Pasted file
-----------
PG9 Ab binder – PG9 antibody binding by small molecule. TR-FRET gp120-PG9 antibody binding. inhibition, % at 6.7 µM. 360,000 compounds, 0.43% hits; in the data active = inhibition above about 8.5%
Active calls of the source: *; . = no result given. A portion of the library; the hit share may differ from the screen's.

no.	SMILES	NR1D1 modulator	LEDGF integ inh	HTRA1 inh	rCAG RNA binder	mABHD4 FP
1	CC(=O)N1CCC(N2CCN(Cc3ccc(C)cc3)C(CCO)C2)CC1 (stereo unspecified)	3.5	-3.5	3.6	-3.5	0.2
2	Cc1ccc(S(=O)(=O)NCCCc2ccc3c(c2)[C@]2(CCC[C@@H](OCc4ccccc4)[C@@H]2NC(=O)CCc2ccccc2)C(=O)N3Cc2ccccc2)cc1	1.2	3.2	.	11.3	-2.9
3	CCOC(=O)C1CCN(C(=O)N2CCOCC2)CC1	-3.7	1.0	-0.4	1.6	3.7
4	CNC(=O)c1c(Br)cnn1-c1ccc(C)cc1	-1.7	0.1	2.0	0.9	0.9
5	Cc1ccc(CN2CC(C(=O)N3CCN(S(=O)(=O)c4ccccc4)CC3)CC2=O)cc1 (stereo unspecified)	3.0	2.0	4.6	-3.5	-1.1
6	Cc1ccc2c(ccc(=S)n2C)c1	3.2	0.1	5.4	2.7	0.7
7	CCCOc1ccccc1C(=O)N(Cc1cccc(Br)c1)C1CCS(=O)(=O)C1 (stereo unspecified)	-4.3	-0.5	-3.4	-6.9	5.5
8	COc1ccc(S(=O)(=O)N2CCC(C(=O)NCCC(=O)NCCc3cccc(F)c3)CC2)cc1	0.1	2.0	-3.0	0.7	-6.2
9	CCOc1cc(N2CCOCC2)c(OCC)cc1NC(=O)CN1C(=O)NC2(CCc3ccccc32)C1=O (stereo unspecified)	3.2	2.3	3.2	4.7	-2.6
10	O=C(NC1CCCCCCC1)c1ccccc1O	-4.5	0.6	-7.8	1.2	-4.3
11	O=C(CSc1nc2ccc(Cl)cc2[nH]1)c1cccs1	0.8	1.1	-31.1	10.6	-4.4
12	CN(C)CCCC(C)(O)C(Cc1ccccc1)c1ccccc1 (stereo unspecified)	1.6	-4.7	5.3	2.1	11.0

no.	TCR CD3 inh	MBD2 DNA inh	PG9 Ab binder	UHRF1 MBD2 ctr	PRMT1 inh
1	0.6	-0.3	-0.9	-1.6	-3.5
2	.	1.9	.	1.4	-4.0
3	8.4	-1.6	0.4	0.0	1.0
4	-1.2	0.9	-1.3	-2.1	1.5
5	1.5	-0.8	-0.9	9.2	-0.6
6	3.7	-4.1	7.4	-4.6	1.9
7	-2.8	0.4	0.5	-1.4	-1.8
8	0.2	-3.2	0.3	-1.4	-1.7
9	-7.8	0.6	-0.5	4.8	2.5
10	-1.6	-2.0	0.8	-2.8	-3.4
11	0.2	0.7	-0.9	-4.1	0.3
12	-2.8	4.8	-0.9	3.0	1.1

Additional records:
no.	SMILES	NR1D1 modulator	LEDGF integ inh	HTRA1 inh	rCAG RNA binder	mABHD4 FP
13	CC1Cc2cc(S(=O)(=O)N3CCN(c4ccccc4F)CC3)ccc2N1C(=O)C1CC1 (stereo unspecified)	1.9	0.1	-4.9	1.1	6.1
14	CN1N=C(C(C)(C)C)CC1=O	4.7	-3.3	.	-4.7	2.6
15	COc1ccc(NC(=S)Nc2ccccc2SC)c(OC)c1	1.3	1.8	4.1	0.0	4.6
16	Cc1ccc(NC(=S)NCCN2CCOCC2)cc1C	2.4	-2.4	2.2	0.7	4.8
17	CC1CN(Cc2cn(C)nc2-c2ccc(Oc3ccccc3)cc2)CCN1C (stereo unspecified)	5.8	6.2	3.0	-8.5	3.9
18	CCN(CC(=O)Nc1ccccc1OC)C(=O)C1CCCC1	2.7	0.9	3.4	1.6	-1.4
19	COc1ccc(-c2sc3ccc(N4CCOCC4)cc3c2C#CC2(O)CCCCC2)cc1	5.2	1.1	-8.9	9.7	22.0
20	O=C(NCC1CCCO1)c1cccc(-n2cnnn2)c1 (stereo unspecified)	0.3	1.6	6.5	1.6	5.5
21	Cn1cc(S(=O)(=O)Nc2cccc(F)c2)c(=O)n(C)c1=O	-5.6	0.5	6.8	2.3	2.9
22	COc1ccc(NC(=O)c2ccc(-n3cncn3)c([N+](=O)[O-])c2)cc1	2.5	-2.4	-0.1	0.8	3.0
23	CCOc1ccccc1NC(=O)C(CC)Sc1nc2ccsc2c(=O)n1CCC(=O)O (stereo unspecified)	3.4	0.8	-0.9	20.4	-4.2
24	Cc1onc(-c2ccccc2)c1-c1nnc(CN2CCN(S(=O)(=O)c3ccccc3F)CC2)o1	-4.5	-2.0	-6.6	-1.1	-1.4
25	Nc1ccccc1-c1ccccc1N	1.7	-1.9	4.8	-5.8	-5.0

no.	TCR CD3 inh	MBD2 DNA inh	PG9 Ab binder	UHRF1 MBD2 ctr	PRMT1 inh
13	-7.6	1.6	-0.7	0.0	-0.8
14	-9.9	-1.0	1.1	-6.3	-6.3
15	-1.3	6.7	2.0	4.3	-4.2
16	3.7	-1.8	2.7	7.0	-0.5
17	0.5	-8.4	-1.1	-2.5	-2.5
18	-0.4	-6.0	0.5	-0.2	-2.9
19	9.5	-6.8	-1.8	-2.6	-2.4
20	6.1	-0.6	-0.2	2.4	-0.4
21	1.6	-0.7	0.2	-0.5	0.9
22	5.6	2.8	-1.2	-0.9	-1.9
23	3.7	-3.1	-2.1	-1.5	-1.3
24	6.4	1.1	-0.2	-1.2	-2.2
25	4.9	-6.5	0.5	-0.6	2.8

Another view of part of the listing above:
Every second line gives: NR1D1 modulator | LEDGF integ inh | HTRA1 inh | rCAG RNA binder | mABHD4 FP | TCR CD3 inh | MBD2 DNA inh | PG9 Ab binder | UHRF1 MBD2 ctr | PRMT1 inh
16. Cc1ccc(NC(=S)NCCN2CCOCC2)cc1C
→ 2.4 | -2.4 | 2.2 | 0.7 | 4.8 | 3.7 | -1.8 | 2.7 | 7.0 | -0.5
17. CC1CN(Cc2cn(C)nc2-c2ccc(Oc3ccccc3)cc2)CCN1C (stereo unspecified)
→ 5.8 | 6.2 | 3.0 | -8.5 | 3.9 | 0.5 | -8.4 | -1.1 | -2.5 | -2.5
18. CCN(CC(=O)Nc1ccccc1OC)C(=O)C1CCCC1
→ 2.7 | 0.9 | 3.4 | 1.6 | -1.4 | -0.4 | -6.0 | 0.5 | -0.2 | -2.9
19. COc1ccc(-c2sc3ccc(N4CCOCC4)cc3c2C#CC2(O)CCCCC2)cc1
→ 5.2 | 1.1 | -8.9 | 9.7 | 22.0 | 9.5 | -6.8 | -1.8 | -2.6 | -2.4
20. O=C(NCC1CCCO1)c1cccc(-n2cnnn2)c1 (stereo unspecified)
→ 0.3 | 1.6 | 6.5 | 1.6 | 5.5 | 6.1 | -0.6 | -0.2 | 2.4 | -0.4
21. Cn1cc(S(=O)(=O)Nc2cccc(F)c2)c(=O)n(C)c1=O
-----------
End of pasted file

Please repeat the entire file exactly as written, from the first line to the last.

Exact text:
PG9 Ab binder – PG9 antibody binding by small molecule. TR-FRET gp120-PG9 antibody binding. inhibition, % at 6.7 µM. 360,000 compounds, 0.43% hits; in the data active = inhibition above about 8.5%
Active calls of the source: *; . = no result given. A portion of the library; the hit share may differ from the screen's.

no.	SMILES	NR1D1 modulator	LEDGF integ inh	HTRA1 inh	rCAG RNA binder	mABHD4 FP
1	CC(=O)N1CCC(N2CCN(Cc3ccc(C)cc3)C(CCO)C2)CC1 (stereo unspecified)	3.5	-3.5	3.6	-3.5	0.2
2	Cc1ccc(S(=O)(=O)NCCCc2ccc3c(c2)[C@]2(CCC[C@@H](OCc4ccccc4)[C@@H]2NC(=O)CCc2ccccc2)C(=O)N3Cc2ccccc2)cc1	1.2	3.2	.	11.3	-2.9
3	CCOC(=O)C1CCN(C(=O)N2CCOCC2)CC1	-3.7	1.0	-0.4	1.6	3.7
4	CNC(=O)c1c(Br)cnn1-c1ccc(C)cc1	-1.7	0.1	2.0	0.9	0.9
5	Cc1ccc(CN2CC(C(=O)N3CCN(S(=O)(=O)c4ccccc4)CC3)CC2=O)cc1 (stereo unspecified)	3.0	2.0	4.6	-3.5	-1.1
6	Cc1ccc2c(ccc(=S)n2C)c1	3.2	0.1	5.4	2.7	0.7
7	CCCOc1ccccc1C(=O)N(Cc1cccc(Br)c1)C1CCS(=O)(=O)C1 (stereo unspecified)	-4.3	-0.5	-3.4	-6.9	5.5
8	COc1ccc(S(=O)(=O)N2CCC(C(=O)NCCC(=O)NCCc3cccc(F)c3)CC2)cc1	0.1	2.0	-3.0	0.7	-6.2
9	CCOc1cc(N2CCOCC2)c(OCC)cc1NC(=O)CN1C(=O)NC2(CCc3ccccc32)C1=O (stereo unspecified)	3.2	2.3	3.2	4.7	-2.6
10	O=C(NC1CCCCCCC1)c1ccccc1O	-4.5	0.6	-7.8	1.2	-4.3
11	O=C(CSc1nc2ccc(Cl)cc2[nH]1)c1cccs1	0.8	1.1	-31.1	10.6	-4.4
12	CN(C)CCCC(C)(O)C(Cc1ccccc1)c1ccccc1 (stereo unspecified)	1.6	-4.7	5.3	2.1	11.0

no.	TCR CD3 inh	MBD2 DNA inh	PG9 Ab binder	UHRF1 MBD2 ctr	PRMT1 inh
1	0.6	-0.3	-0.9	-1.6	-3.5
2	.	1.9	.	1.4	-4.0
3	8.4	-1.6	0.4	0.0	1.0
4	-1.2	0.9	-1.3	-2.1	1.5
5	1.5	-0.8	-0.9	9.2	-0.6
6	3.7	-4.1	7.4	-4.6	1.9
7	-2.8	0.4	0.5	-1.4	-1.8
8	0.2	-3.2	0.3	-1.4	-1.7
9	-7.8	0.6	-0.5	4.8	2.5
10	-1.6	-2.0	0.8	-2.8	-3.4
11	0.2	0.7	-0.9	-4.1	0.3
12	-2.8	4.8	-0.9	3.0	1.1

Additional records:
no.	SMILES	NR1D1 modulator	LEDGF integ inh	HTRA1 inh	rCAG RNA binder	mABHD4 FP
13	CC1Cc2cc(S(=O)(=O)N3CCN(c4ccccc4F)CC3)ccc2N1C(=O)C1CC1 (stereo unspecified)	1.9	0.1	-4.9	1.1	6.1
14	CN1N=C(C(C)(C)C)CC1=O	4.7	-3.3	.	-4.7	2.6
15	COc1ccc(NC(=S)Nc2ccccc2SC)c(OC)c1	1.3	1.8	4.1	0.0	4.6
16	Cc1ccc(NC(=S)NCCN2CCOCC2)cc1C	2.4	-2.4	2.2	0.7	4.8
17	CC1CN(Cc2cn(C)nc2-c2ccc(Oc3ccccc3)cc2)CCN1C (stereo unspecified)	5.8	6.2	3.0	-8.5	3.9
18	CCN(CC(=O)Nc1ccccc1OC)C(=O)C1CCCC1	2.7	0.9	3.4	1.6	-1.4
19	COc1ccc(-c2sc3ccc(N4CCOCC4)cc3c2C#CC2(O)CCCCC2)cc1	5.2	1.1	-8.9	9.7	22.0
20	O=C(NCC1CCCO1)c1cccc(-n2cnnn2)c1 (stereo unspecified)	0.3	1.6	6.5	1.6	5.5
21	Cn1cc(S(=O)(=O)Nc2cccc(F)c2)c(=O)n(C)c1=O	-5.6	0.5	6.8	2.3	2.9
22	COc1ccc(NC(=O)c2ccc(-n3cncn3)c([N+](=O)[O-])c2)cc1	2.5	-2.4	-0.1	0.8	3.0
23	CCOc1ccccc1NC(=O)C(CC)Sc1nc2ccsc2c(=O)n1CCC(=O)O (stereo unspecified)	3.4	0.8	-0.9	20.4	-4.2
24	Cc1onc(-c2ccccc2)c1-c1nnc(CN2CCN(S(=O)(=O)c3ccccc3F)CC2)o1	-4.5	-2.0	-6.6	-1.1	-1.4
25	Nc1ccccc1-c1ccccc1N	1.7	-1.9	4.8	-5.8	-5.0

no.	TCR CD3 inh	MBD2 DNA inh	PG9 Ab binder	UHRF1 MBD2 ctr	PRMT1 inh
13	-7.6	1.6	-0.7	0.0	-0.8
14	-9.9	-1.0	1.1	-6.3	-6.3
15	-1.3	6.7	2.0	4.3	-4.2
16	3.7	-1.8	2.7	7.0	-0.5
17	0.5	-8.4	-1.1	-2.5	-2.5
18	-0.4	-6.0	0.5	-0.2	-2.9
19	9.5	-6.8	-1.8	-2.6	-2.4
20	6.1	-0.6	-0.2	2.4	-0.4
21	1.6	-0.7	0.2	-0.5	0.9
22	5.6	2.8	-1.2	-0.9	-1.9
23	3.7	-3.1	-2.1	-1.5	-1.3
24	6.4	1.1	-0.2	-1.2	-2.2
25	4.9	-6.5	0.5	-0.6	2.8

Another view of part of the listing above:
Every second line gives: NR1D1 modulator | LEDGF integ inh | HTRA1 inh | rCAG RNA binder | mABHD4 FP | TCR CD3 inh | MBD2 DNA inh | PG9 Ab binder | UHRF1 MBD2 ctr | PRMT1 inh
16. Cc1ccc(NC(=S)NCCN2CCOCC2)cc1C
→ 2.4 | -2.4 | 2.2 | 0.7 | 4.8 | 3.7 | -1.8 | 2.7 | 7.0 | -0.5
17. CC1CN(Cc2cn(C)nc2-c2ccc(Oc3ccccc3)cc2)CCN1C (stereo unspecified)
→ 5.8 | 6.2 | 3.0 | -8.5 | 3.9 | 0.5 | -8.4 | -1.1 | -2.5 | -2.5
18. CCN(CC(=O)Nc1ccccc1OC)C(=O)C1CCCC1
→ 2.7 | 0.9 | 3.4 | 1.6 | -1.4 | -0.4 | -6.0 | 0.5 | -0.2 | -2.9
19. COc1ccc(-c2sc3ccc(N4CCOCC4)cc3c2C#CC2(O)CCCCC2)cc1
→ 5.2 | 1.1 | -8.9 | 9.7 | 22.0 | 9.5 | -6.8 | -1.8 | -2.6 | -2.4
20. O=C(NCC1CCCO1)c1cccc(-n2cnnn2)c1 (stereo unspecified)
→ 0.3 | 1.6 | 6.5 | 1.6 | 5.5 | 6.1 | -0.6 | -0.2 | 2.4 | -0.4
21. Cn1cc(S(=O)(=O)Nc2cccc(F)c2)c(=O)n(C)c1=O